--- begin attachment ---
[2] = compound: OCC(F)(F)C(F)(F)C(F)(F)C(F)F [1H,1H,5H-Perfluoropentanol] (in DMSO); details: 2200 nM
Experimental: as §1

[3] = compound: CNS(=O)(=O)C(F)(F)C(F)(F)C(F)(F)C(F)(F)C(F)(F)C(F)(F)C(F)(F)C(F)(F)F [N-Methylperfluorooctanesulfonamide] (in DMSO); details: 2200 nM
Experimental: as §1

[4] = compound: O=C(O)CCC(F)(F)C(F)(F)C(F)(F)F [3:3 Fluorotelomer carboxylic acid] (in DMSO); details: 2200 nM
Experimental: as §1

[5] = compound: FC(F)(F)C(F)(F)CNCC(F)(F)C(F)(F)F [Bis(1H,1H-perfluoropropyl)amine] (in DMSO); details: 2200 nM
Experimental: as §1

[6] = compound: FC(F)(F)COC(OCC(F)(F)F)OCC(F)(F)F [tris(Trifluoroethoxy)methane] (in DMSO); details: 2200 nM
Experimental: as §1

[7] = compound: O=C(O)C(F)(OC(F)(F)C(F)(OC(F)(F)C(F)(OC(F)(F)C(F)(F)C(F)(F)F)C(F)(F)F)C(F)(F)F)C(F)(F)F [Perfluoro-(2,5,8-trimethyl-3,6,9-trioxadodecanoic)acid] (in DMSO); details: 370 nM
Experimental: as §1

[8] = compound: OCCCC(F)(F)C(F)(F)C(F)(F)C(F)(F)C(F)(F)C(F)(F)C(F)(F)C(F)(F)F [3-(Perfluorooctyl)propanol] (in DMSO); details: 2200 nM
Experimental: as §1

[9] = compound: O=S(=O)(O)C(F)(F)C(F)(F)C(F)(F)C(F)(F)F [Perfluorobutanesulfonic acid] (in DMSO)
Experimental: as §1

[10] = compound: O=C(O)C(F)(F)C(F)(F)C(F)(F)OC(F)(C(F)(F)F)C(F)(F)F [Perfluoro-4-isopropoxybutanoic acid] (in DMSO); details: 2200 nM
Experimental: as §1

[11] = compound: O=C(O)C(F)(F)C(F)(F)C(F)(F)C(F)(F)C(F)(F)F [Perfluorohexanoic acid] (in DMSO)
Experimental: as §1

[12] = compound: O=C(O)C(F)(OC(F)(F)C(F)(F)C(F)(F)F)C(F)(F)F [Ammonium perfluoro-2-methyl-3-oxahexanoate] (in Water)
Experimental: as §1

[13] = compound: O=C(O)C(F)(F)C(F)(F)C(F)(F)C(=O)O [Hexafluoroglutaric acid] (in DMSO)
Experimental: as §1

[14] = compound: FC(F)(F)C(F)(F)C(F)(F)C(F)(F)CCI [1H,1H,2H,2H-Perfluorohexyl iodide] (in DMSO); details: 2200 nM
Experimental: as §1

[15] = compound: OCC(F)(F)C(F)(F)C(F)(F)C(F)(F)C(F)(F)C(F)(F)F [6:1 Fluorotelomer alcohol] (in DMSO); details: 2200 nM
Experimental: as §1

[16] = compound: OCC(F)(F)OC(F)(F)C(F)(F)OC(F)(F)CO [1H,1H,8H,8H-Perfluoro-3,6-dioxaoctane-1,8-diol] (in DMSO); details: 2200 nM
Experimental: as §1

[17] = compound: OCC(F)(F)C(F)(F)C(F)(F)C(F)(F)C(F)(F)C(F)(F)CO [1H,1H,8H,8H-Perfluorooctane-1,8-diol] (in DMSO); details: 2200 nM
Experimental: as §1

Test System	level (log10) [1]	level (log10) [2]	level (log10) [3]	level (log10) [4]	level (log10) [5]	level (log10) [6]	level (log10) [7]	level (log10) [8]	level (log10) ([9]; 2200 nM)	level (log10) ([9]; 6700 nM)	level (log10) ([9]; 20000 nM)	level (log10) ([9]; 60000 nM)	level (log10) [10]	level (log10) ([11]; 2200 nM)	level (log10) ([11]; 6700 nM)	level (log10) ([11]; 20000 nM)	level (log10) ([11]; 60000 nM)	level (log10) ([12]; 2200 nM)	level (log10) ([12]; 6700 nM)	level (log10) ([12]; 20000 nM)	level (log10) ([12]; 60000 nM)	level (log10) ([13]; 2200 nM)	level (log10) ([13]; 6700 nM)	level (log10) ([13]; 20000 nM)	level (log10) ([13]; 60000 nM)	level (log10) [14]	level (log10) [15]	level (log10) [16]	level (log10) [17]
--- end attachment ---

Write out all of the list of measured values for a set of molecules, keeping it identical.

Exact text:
[2] = compound: OCC(F)(F)C(F)(F)C(F)(F)C(F)F [1H,1H,5H-Perfluoropentanol] (in DMSO); details: 2200 nM
Experimental: as §1

[3] = compound: CNS(=O)(=O)C(F)(F)C(F)(F)C(F)(F)C(F)(F)C(F)(F)C(F)(F)C(F)(F)C(F)(F)F [N-Methylperfluorooctanesulfonamide] (in DMSO); details: 2200 nM
Experimental: as §1

[4] = compound: O=C(O)CCC(F)(F)C(F)(F)C(F)(F)F [3:3 Fluorotelomer carboxylic acid] (in DMSO); details: 2200 nM
Experimental: as §1

[5] = compound: FC(F)(F)C(F)(F)CNCC(F)(F)C(F)(F)F [Bis(1H,1H-perfluoropropyl)amine] (in DMSO); details: 2200 nM
Experimental: as §1

[6] = compound: FC(F)(F)COC(OCC(F)(F)F)OCC(F)(F)F [tris(Trifluoroethoxy)methane] (in DMSO); details: 2200 nM
Experimental: as §1

[7] = compound: O=C(O)C(F)(OC(F)(F)C(F)(OC(F)(F)C(F)(OC(F)(F)C(F)(F)C(F)(F)F)C(F)(F)F)C(F)(F)F)C(F)(F)F [Perfluoro-(2,5,8-trimethyl-3,6,9-trioxadodecanoic)acid] (in DMSO); details: 370 nM
Experimental: as §1

[8] = compound: OCCCC(F)(F)C(F)(F)C(F)(F)C(F)(F)C(F)(F)C(F)(F)C(F)(F)C(F)(F)F [3-(Perfluorooctyl)propanol] (in DMSO); details: 2200 nM
Experimental: as §1

[9] = compound: O=S(=O)(O)C(F)(F)C(F)(F)C(F)(F)C(F)(F)F [Perfluorobutanesulfonic acid] (in DMSO)
Experimental: as §1

[10] = compound: O=C(O)C(F)(F)C(F)(F)C(F)(F)OC(F)(C(F)(F)F)C(F)(F)F [Perfluoro-4-isopropoxybutanoic acid] (in DMSO); details: 2200 nM
Experimental: as §1

[11] = compound: O=C(O)C(F)(F)C(F)(F)C(F)(F)C(F)(F)C(F)(F)F [Perfluorohexanoic acid] (in DMSO)
Experimental: as §1

[12] = compound: O=C(O)C(F)(OC(F)(F)C(F)(F)C(F)(F)F)C(F)(F)F [Ammonium perfluoro-2-methyl-3-oxahexanoate] (in Water)
Experimental: as §1

[13] = compound: O=C(O)C(F)(F)C(F)(F)C(F)(F)C(=O)O [Hexafluoroglutaric acid] (in DMSO)
Experimental: as §1

[14] = compound: FC(F)(F)C(F)(F)C(F)(F)C(F)(F)CCI [1H,1H,2H,2H-Perfluorohexyl iodide] (in DMSO); details: 2200 nM
Experimental: as §1

[15] = compound: OCC(F)(F)C(F)(F)C(F)(F)C(F)(F)C(F)(F)C(F)(F)F [6:1 Fluorotelomer alcohol] (in DMSO); details: 2200 nM
Experimental: as §1

[16] = compound: OCC(F)(F)OC(F)(F)C(F)(F)OC(F)(F)CO [1H,1H,8H,8H-Perfluoro-3,6-dioxaoctane-1,8-diol] (in DMSO); details: 2200 nM
Experimental: as §1

[17] = compound: OCC(F)(F)C(F)(F)C(F)(F)C(F)(F)C(F)(F)C(F)(F)CO [1H,1H,8H,8H-Perfluorooctane-1,8-diol] (in DMSO); details: 2200 nM
Experimental: as §1

Test System	level (log10) [1]	level (log10) [2]	level (log10) [3]	level (log10) [4]	level (log10) [5]	level (log10) [6]	level (log10) [7]	level (log10) [8]	level (log10) ([9]; 2200 nM)	level (log10) ([9]; 6700 nM)	level (log10) ([9]; 20000 nM)	level (log10) ([9]; 60000 nM)	level (log10) [10]	level (log10) ([11]; 2200 nM)	level (log10) ([11]; 6700 nM)	level (log10) ([11]; 20000 nM)	level (log10) ([11]; 60000 nM)	level (log10) ([12]; 2200 nM)	level (log10) ([12]; 6700 nM)	level (log10) ([12]; 20000 nM)	level (log10) ([12]; 60000 nM)	level (log10) ([13]; 2200 nM)	level (log10) ([13]; 6700 nM)	level (log10) ([13]; 20000 nM)	level (log10) ([13]; 60000 nM)	level (log10) [14]	level (log10) [15]	level (log10) [16]	level (log10) [17]